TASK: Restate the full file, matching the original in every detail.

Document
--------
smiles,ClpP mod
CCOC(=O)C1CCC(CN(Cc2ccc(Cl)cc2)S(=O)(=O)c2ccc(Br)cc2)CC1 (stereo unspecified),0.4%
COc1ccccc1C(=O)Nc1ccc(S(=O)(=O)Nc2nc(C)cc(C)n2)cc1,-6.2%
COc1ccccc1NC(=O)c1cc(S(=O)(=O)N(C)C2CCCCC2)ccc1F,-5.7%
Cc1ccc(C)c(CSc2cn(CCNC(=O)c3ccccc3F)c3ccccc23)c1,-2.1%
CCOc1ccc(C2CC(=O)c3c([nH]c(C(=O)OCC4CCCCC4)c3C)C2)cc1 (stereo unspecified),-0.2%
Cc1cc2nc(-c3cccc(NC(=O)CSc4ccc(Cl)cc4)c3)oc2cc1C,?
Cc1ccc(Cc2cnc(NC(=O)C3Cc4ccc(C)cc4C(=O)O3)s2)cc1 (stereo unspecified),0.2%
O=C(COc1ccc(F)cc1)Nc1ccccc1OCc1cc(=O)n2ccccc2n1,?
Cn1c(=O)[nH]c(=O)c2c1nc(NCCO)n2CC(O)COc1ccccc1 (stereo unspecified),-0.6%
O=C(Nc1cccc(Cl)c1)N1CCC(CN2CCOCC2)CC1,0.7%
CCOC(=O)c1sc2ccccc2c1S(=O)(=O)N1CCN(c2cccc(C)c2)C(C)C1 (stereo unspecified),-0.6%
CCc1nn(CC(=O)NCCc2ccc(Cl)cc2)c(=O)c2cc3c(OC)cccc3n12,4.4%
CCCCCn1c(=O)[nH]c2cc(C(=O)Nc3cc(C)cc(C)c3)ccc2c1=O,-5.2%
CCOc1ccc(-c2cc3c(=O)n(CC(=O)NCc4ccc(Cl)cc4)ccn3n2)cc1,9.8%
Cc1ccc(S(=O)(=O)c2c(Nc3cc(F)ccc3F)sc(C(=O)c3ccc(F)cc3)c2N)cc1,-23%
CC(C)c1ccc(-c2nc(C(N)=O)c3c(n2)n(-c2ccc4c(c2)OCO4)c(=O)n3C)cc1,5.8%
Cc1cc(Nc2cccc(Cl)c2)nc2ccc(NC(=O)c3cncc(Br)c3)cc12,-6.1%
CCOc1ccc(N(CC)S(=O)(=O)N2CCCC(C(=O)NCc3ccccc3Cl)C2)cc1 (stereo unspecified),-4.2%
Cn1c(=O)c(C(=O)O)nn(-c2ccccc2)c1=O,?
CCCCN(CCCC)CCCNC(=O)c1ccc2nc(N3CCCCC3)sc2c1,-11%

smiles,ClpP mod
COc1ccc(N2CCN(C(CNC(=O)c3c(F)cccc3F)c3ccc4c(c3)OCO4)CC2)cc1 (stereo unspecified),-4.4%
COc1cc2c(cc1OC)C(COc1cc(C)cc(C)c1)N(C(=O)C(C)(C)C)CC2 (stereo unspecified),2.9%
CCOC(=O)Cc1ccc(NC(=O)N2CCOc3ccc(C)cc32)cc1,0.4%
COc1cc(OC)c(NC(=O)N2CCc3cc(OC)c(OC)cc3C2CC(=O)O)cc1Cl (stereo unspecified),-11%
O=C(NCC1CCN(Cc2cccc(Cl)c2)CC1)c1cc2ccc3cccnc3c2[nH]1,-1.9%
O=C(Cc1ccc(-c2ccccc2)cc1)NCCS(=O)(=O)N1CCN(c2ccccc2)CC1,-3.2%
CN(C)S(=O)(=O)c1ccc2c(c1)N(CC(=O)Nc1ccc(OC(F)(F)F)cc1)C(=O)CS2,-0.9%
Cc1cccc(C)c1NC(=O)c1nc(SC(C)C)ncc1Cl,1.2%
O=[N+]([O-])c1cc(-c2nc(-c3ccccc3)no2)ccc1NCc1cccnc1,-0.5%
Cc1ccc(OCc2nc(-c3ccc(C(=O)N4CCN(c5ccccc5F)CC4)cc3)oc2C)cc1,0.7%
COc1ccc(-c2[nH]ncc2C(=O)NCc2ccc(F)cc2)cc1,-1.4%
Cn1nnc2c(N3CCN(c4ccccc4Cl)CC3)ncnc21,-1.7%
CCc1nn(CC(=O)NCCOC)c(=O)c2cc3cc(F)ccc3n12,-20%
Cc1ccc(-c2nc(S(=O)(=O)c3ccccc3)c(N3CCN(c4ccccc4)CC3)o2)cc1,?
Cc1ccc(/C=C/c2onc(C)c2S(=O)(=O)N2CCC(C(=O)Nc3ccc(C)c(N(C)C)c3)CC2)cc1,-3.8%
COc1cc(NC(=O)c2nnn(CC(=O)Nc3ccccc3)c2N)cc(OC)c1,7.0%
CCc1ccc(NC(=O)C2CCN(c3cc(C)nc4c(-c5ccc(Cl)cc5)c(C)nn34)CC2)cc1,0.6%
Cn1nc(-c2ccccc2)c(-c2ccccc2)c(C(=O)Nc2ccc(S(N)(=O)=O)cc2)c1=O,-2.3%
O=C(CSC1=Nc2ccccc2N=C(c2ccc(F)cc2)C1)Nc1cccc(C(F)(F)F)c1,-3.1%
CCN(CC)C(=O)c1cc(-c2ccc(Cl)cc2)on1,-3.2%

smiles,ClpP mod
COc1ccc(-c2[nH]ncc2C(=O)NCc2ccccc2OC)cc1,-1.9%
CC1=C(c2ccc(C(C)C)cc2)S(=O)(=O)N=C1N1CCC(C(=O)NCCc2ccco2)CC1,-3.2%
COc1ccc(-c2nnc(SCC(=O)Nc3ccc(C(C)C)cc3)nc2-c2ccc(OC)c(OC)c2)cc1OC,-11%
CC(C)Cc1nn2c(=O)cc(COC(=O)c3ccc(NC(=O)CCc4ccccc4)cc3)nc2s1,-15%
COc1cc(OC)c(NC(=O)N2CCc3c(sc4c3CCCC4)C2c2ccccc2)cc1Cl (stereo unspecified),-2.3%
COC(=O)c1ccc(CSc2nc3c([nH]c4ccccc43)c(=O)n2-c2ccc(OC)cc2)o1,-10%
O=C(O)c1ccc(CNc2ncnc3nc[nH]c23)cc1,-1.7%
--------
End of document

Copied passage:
smiles,ClpP mod
CCOC(=O)C1CCC(CN(Cc2ccc(Cl)cc2)S(=O)(=O)c2ccc(Br)cc2)CC1 (stereo unspecified),0.4%
COc1ccccc1C(=O)Nc1ccc(S(=O)(=O)Nc2nc(C)cc(C)n2)cc1,-6.2%
COc1ccccc1NC(=O)c1cc(S(=O)(=O)N(C)C2CCCCC2)ccc1F,-5.7%
Cc1ccc(C)c(CSc2cn(CCNC(=O)c3ccccc3F)c3ccccc23)c1,-2.1%
CCOc1ccc(C2CC(=O)c3c([nH]c(C(=O)OCC4CCCCC4)c3C)C2)cc1 (stereo unspecified),-0.2%
Cc1cc2nc(-c3cccc(NC(=O)CSc4ccc(Cl)cc4)c3)oc2cc1C,?
Cc1ccc(Cc2cnc(NC(=O)C3Cc4ccc(C)cc4C(=O)O3)s2)cc1 (stereo unspecified),0.2%
O=C(COc1ccc(F)cc1)Nc1ccccc1OCc1cc(=O)n2ccccc2n1,?
Cn1c(=O)[nH]c(=O)c2c1nc(NCCO)n2CC(O)COc1ccccc1 (stereo unspecified),-0.6%
O=C(Nc1cccc(Cl)c1)N1CCC(CN2CCOCC2)CC1,0.7%
CCOC(=O)c1sc2ccccc2c1S(=O)(=O)N1CCN(c2cccc(C)c2)C(C)C1 (stereo unspecified),-0.6%
CCc1nn(CC(=O)NCCc2ccc(Cl)cc2)c(=O)c2cc3c(OC)cccc3n12,4.4%
CCCCCn1c(=O)[nH]c2cc(C(=O)Nc3cc(C)cc(C)c3)ccc2c1=O,-5.2%
CCOc1ccc(-c2cc3c(=O)n(CC(=O)NCc4ccc(Cl)cc4)ccn3n2)cc1,9.8%
Cc1ccc(S(=O)(=O)c2c(Nc3cc(F)ccc3F)sc(C(=O)c3ccc(F)cc3)c2N)cc1,-23%
CC(C)c1ccc(-c2nc(C(N)=O)c3c(n2)n(-c2ccc4c(c2)OCO4)c(=O)n3C)cc1,5.8%
Cc1cc(Nc2cccc(Cl)c2)nc2ccc(NC(=O)c3cncc(Br)c3)cc12,-6.1%
CCOc1ccc(N(CC)S(=O)(=O)N2CCCC(C(=O)NCc3ccccc3Cl)C2)cc1 (stereo unspecified),-4.2%
Cn1c(=O)c(C(=O)O)nn(-c2ccccc2)c1=O,?
CCCCN(CCCC)CCCNC(=O)c1ccc2nc(N3CCCCC3)sc2c1,-11%

smiles,ClpP mod
COc1ccc(N2CCN(C(CNC(=O)c3c(F)cccc3F)c3ccc4c(c3)OCO4)CC2)cc1 (stereo unspecified),-4.4%
COc1cc2c(cc1OC)C(COc1cc(C)cc(C)c1)N(C(=O)C(C)(C)C)CC2 (stereo unspecified),2.9%
CCOC(=O)Cc1ccc(NC(=O)N2CCOc3ccc(C)cc32)cc1,0.4%
COc1cc(OC)c(NC(=O)N2CCc3cc(OC)c(OC)cc3C2CC(=O)O)cc1Cl (stereo unspecified),-11%
O=C(NCC1CCN(Cc2cccc(Cl)c2)CC1)c1cc2ccc3cccnc3c2[nH]1,-1.9%
O=C(Cc1ccc(-c2ccccc2)cc1)NCCS(=O)(=O)N1CCN(c2ccccc2)CC1,-3.2%
CN(C)S(=O)(=O)c1ccc2c(c1)N(CC(=O)Nc1ccc(OC(F)(F)F)cc1)C(=O)CS2,-0.9%
Cc1cccc(C)c1NC(=O)c1nc(SC(C)C)ncc1Cl,1.2%
O=[N+]([O-])c1cc(-c2nc(-c3ccccc3)no2)ccc1NCc1cccnc1,-0.5%
Cc1ccc(OCc2nc(-c3ccc(C(=O)N4CCN(c5ccccc5F)CC4)cc3)oc2C)cc1,0.7%
COc1ccc(-c2[nH]ncc2C(=O)NCc2ccc(F)cc2)cc1,-1.4%
Cn1nnc2c(N3CCN(c4ccccc4Cl)CC3)ncnc21,-1.7%
CCc1nn(CC(=O)NCCOC)c(=O)c2cc3cc(F)ccc3n12,-20%
Cc1ccc(-c2nc(S(=O)(=O)c3ccccc3)c(N3CCN(c4ccccc4)CC3)o2)cc1,?
Cc1ccc(/C=C/c2onc(C)c2S(=O)(=O)N2CCC(C(=O)Nc3ccc(C)c(N(C)C)c3)CC2)cc1,-3.8%
COc1cc(NC(=O)c2nnn(CC(=O)Nc3ccccc3)c2N)cc(OC)c1,7.0%
CCc1ccc(NC(=O)C2CCN(c3cc(C)nc4c(-c5ccc(Cl)cc5)c(C)nn34)CC2)cc1,0.6%
Cn1nc(-c2ccccc2)c(-c2ccccc2)c(C(=O)Nc2ccc(S(N)(=O)=O)cc2)c1=O,-2.3%
O=C(CSC1=Nc2ccccc2N=C(c2ccc(F)cc2)C1)Nc1cccc(C(F)(F)F)c1,-3.1%
CCN(CC)C(=O)c1cc(-c2ccc(Cl)cc2)on1,-3.2%

smiles,ClpP mod
COc1ccc(-c2[nH]ncc2C(=O)NCc2ccccc2OC)cc1,-1.9%
CC1=C(c2ccc(C(C)C)cc2)S(=O)(=O)N=C1N1CCC(C(=O)NCCc2ccco2)CC1,-3.2%
COc1ccc(-c2nnc(SCC(=O)Nc3ccc(C(C)C)cc3)nc2-c2ccc(OC)c(OC)c2)cc1OC,-11%
CC(C)Cc1nn2c(=O)cc(COC(=O)c3ccc(NC(=O)CCc4ccccc4)cc3)nc2s1,-15%
COc1cc(OC)c(NC(=O)N2CCc3c(sc4c3CCCC4)C2c2ccccc2)cc1Cl (stereo unspecified),-2.3%
COC(=O)c1ccc(CSc2nc3c([nH]c4ccccc43)c(=O)n2-c2ccc(OC)cc2)o1,-10%
O=C(O)c1ccc(CNc2ncnc3nc[nH]c23)cc1,-1.7%